So what has all this got to do with analysing rhythm in poetry? Well, in a general sense, the regular pattern of stressed syllables is what creates the rhythm in all spoken English, and it is through playing (whether consciously or unconsciously) with that rhythm that poets create many of their effects. I have always believed that great poetry can only be truly appreciated when read aloud and we become subliminally aware of the beautiful rhythmic structures of its sound.

All of the above paragraph is of course utterly useless to the average student analysing rhythm in poetry (though it does not stop plenty of them putting in an equally pretentious paragraph into an essay on Keats to cover up their inability to say anything specific). Thankfully though, understanding the stress-timed nature of English can enable us to make very specific and meaningful points about rhythm in poetry. Take the central line in one of the most powerful poems ever written, Dulce et Decorum Est:
"Gas! Gas! Quick boys! An ecstasy of fumbling. Fitting the clumsy helmets just in time."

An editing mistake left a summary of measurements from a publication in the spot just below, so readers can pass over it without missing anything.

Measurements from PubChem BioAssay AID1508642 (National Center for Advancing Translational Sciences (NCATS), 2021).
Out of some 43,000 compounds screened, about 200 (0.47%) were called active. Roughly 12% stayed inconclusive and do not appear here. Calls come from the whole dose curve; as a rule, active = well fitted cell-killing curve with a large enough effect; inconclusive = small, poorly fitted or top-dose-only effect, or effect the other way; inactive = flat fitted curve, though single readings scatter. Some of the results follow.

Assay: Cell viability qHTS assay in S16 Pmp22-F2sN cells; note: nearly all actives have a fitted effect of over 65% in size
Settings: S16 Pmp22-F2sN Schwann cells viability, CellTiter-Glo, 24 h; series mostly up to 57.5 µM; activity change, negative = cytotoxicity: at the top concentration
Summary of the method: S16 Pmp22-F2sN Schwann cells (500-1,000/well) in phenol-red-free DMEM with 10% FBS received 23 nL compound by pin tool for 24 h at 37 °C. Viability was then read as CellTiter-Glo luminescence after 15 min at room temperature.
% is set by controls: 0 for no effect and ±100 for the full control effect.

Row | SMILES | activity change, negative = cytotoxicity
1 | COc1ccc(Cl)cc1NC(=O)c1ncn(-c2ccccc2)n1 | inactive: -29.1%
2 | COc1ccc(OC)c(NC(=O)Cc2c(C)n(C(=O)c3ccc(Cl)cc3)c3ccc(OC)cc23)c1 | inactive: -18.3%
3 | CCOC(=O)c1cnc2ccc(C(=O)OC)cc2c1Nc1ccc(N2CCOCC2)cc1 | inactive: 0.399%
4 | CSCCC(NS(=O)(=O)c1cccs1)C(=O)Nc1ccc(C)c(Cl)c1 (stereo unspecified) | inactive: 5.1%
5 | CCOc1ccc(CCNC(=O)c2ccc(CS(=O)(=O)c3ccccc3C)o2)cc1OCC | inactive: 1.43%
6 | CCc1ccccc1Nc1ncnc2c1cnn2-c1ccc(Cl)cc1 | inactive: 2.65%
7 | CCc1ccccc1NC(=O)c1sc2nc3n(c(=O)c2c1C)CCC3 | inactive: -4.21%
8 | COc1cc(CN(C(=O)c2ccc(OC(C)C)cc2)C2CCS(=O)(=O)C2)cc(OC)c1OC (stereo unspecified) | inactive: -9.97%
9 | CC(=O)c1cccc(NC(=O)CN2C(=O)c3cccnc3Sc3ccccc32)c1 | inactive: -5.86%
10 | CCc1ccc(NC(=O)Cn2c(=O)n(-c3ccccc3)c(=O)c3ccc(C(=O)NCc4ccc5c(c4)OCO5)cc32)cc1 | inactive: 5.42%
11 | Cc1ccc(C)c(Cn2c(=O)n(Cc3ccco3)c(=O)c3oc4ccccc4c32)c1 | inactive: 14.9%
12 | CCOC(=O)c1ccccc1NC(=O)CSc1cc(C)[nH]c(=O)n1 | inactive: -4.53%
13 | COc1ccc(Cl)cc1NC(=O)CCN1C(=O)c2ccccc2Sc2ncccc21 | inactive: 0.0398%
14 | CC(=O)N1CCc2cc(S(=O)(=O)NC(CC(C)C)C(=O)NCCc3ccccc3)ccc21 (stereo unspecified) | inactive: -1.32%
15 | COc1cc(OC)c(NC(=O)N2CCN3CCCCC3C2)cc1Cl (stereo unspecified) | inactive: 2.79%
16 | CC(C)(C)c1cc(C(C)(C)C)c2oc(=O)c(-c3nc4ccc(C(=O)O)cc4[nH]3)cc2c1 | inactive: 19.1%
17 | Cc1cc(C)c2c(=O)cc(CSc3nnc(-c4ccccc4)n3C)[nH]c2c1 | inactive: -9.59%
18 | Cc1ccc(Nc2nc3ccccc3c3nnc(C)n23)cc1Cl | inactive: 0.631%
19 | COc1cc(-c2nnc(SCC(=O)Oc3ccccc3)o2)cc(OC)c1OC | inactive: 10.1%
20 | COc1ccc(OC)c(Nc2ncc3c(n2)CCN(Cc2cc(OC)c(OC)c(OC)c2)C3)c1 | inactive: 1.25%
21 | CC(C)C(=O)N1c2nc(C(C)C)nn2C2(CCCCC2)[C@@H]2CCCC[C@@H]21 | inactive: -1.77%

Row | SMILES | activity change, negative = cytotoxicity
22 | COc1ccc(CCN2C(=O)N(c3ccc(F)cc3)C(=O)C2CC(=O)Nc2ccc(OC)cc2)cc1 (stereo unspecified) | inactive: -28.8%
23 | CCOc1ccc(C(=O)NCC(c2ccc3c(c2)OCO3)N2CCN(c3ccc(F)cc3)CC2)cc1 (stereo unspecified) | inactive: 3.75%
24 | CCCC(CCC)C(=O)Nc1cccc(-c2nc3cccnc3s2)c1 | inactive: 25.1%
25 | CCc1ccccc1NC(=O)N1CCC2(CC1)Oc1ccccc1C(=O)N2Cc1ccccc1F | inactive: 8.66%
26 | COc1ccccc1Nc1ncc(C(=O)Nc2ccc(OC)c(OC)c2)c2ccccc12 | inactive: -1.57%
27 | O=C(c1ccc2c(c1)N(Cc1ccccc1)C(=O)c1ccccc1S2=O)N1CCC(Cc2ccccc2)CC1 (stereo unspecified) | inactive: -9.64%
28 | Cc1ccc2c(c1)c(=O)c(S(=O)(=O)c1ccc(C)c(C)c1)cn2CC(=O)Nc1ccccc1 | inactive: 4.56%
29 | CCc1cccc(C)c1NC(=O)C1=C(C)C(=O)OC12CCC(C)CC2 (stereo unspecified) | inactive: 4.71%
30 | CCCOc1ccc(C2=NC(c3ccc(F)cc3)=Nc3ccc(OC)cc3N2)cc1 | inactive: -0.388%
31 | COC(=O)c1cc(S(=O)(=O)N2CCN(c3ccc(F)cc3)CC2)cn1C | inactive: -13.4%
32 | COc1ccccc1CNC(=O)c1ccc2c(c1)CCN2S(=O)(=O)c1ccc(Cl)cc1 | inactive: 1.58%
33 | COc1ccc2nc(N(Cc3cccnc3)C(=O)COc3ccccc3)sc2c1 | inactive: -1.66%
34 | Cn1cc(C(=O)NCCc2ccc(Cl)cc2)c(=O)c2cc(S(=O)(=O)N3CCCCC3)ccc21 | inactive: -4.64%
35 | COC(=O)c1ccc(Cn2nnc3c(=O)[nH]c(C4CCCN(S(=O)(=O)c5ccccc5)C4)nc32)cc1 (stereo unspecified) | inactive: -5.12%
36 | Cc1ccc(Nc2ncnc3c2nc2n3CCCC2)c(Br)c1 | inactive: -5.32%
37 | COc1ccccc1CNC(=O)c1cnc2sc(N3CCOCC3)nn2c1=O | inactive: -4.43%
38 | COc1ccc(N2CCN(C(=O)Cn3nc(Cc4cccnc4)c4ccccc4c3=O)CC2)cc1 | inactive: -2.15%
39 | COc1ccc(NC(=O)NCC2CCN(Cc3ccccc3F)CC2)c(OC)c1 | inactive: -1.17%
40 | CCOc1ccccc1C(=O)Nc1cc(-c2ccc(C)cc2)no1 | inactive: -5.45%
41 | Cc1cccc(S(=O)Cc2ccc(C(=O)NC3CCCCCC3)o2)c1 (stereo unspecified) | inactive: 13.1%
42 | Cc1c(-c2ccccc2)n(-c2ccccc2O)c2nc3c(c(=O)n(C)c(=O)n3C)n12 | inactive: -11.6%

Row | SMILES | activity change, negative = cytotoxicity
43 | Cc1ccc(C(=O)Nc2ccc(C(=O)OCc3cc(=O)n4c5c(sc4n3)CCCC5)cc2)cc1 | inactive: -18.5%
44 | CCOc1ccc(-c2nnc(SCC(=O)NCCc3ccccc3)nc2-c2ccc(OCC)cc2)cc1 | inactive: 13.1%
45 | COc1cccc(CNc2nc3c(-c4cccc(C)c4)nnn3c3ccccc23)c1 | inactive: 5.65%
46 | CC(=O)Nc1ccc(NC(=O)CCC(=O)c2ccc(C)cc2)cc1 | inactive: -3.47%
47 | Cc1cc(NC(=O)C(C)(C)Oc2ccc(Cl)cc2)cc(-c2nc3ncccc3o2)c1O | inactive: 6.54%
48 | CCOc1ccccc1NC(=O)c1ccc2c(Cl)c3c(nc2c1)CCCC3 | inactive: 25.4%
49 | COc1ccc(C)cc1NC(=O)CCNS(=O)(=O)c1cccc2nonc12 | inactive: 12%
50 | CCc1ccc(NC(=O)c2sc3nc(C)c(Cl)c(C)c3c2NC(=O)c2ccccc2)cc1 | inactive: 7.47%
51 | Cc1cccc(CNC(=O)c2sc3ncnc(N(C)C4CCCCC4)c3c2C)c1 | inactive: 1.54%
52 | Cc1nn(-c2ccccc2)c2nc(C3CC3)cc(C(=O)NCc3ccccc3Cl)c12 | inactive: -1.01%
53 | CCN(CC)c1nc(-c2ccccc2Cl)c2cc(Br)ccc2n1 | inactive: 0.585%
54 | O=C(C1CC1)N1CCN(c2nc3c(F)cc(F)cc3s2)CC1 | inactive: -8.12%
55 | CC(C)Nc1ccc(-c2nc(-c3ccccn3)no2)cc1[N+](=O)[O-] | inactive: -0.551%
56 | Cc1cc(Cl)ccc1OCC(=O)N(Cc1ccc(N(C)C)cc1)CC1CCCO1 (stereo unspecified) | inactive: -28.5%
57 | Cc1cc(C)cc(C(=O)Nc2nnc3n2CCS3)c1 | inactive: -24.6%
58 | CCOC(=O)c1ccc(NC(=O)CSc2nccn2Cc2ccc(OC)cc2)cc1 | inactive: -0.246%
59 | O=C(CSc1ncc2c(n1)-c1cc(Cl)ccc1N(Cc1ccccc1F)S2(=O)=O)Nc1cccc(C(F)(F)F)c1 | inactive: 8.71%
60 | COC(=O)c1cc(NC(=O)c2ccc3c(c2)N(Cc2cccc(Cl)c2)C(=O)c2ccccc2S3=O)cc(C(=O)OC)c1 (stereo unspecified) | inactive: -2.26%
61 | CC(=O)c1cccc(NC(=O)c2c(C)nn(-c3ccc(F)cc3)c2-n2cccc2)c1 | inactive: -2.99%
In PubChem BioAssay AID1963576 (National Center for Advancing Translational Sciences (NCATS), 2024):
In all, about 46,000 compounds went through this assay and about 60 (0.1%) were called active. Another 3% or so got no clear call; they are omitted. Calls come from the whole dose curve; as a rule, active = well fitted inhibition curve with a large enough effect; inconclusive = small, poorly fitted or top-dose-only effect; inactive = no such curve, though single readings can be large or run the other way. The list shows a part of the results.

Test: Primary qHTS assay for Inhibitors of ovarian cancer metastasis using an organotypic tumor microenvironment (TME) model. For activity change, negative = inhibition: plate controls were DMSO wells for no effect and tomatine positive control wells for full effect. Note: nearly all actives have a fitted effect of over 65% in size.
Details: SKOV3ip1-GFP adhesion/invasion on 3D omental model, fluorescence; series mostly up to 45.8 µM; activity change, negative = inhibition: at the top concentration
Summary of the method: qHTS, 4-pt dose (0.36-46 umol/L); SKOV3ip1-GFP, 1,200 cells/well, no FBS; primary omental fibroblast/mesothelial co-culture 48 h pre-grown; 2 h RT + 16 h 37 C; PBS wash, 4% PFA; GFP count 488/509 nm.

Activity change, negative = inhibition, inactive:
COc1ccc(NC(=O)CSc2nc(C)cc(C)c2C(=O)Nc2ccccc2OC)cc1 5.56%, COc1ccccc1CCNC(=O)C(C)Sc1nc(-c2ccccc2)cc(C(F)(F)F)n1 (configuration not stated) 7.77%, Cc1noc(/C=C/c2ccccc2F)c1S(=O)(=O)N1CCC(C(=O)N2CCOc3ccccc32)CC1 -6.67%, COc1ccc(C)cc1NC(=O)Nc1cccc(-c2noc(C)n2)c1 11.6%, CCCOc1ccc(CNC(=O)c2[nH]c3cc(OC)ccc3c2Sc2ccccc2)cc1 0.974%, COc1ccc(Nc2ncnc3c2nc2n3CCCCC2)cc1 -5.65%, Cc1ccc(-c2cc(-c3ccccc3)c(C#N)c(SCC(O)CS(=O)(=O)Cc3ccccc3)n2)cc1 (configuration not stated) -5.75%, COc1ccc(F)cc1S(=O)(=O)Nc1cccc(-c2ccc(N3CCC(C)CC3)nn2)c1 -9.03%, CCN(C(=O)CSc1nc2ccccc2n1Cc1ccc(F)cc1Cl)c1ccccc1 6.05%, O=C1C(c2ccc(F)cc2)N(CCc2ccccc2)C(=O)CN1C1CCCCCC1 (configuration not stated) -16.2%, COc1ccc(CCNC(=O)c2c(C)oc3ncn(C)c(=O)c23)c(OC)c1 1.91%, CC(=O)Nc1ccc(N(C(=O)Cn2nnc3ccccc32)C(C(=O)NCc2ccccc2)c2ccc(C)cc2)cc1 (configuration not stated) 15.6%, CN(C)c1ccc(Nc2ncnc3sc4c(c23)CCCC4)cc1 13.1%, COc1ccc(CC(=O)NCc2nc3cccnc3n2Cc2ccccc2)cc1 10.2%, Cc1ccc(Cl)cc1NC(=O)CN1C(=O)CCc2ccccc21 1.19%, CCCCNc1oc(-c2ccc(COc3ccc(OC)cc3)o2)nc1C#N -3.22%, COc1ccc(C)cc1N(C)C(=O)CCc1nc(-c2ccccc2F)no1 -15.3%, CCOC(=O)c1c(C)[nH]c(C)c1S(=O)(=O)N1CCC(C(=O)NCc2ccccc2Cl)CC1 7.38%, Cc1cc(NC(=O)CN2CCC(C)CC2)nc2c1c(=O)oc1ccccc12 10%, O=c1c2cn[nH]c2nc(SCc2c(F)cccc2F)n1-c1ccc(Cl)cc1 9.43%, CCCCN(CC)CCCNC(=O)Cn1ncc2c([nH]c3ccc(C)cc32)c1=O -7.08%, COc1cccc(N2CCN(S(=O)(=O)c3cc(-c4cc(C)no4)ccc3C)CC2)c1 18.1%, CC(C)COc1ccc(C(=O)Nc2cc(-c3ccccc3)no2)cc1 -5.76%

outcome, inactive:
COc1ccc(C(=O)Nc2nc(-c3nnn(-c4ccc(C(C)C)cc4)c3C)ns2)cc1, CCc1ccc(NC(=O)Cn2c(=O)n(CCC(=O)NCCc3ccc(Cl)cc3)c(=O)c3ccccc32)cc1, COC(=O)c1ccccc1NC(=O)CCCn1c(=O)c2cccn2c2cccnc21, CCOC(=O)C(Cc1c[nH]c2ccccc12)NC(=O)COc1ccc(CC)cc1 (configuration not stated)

I have often read essays that confidently stated that the rhythm speeds up on this line, after the slow "trudging" rhythm of the previous lines. Well, yes and no. Listen carefully to which are the stressed syllables:
"Gás! Gás! Quíck, boys! An écstasy of fúmbling, Fítting the clúmsy hélmets júst in tíme"

The line actually starts with three stressed syllables, with no unstressed syllables between. Automatically this slows the rhythm. However between the stressed syllables "Quick" and "ecst..." there are two unstressed syllables, and between "ecst..." and "fumb..." there are three, all having to be packed into the same period as that between "Gas!" and "Gas!" at the start of the line. So the rhythm actually slows almost to a standstill with the dropping of the shells, only then immediately to accelerate as the weary soldiers try to react. The line also demonstrates another of the subtle effects poets can use with rhythm, namely the internal rhyme between "fumbling" and "clumsy". This serves further to stress the stressed syllables of those words, which slightly reduces the stressed syllable in "Fitting" in between. It is almost as though you have to fit all of "-ling. Fitting the " (four syllables) in between the two stresses.